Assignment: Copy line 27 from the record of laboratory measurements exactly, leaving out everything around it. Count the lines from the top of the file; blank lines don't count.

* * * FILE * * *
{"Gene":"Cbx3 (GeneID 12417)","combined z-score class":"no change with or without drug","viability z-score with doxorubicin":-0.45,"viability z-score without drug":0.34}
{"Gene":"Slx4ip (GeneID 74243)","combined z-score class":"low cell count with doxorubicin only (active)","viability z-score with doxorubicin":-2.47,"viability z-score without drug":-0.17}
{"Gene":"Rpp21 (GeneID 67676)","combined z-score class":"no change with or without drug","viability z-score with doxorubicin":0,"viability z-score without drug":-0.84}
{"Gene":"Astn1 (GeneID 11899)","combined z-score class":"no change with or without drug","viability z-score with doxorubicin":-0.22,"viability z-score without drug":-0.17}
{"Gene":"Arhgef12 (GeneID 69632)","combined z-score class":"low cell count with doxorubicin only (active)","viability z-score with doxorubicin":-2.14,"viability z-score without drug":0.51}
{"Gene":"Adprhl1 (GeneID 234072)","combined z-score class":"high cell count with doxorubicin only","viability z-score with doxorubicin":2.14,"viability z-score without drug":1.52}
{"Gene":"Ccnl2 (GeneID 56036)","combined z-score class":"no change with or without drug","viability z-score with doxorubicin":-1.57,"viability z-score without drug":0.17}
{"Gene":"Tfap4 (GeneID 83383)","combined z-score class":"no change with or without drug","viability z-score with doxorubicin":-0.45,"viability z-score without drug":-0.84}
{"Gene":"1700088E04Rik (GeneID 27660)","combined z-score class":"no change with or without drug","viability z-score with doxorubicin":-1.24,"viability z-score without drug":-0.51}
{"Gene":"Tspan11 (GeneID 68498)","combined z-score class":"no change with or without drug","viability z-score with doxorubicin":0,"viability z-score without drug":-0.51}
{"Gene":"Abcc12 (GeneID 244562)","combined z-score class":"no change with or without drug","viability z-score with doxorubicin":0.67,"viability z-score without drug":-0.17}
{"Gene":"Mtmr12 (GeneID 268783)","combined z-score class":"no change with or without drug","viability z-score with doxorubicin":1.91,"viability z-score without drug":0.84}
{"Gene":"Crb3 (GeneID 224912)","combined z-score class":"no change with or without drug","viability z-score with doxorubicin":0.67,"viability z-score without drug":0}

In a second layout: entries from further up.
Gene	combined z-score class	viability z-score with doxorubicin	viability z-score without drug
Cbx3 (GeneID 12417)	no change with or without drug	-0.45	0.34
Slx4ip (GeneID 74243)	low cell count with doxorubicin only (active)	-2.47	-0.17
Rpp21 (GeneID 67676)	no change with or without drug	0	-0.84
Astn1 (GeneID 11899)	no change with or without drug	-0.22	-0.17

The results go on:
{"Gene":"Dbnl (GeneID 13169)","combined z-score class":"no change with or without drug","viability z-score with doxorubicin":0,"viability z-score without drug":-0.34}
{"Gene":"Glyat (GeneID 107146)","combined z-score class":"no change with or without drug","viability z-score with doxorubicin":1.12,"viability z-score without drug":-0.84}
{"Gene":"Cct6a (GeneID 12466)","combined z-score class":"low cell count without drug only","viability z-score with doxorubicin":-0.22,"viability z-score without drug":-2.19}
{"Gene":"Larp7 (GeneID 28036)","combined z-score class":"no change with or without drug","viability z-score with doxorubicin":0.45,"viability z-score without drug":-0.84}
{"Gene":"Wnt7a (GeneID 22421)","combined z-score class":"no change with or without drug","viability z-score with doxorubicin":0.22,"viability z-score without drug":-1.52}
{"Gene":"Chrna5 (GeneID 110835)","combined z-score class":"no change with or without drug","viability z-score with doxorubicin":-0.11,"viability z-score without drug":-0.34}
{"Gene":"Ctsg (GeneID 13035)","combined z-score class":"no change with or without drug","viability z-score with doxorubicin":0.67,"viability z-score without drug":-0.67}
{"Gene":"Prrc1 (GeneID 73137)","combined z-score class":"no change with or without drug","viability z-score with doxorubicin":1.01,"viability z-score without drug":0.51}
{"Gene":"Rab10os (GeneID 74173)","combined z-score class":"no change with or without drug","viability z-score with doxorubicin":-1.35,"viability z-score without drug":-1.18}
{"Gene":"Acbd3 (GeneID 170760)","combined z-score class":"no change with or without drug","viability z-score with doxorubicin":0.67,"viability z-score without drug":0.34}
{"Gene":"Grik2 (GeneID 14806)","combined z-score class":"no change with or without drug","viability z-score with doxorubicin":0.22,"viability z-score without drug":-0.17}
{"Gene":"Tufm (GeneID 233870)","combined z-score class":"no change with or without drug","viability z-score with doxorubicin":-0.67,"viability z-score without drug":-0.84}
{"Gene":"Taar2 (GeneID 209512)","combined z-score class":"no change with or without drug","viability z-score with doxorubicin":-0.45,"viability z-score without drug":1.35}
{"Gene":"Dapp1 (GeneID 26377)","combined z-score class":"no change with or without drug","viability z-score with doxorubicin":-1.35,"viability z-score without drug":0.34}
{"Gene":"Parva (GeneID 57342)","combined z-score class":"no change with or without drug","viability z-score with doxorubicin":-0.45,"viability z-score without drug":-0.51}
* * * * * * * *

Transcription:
{"Gene":"Ctsg (GeneID 13035)","combined z-score class":"no change with or without drug","viability z-score with doxorubicin":0.67,"viability z-score without drug":-0.67}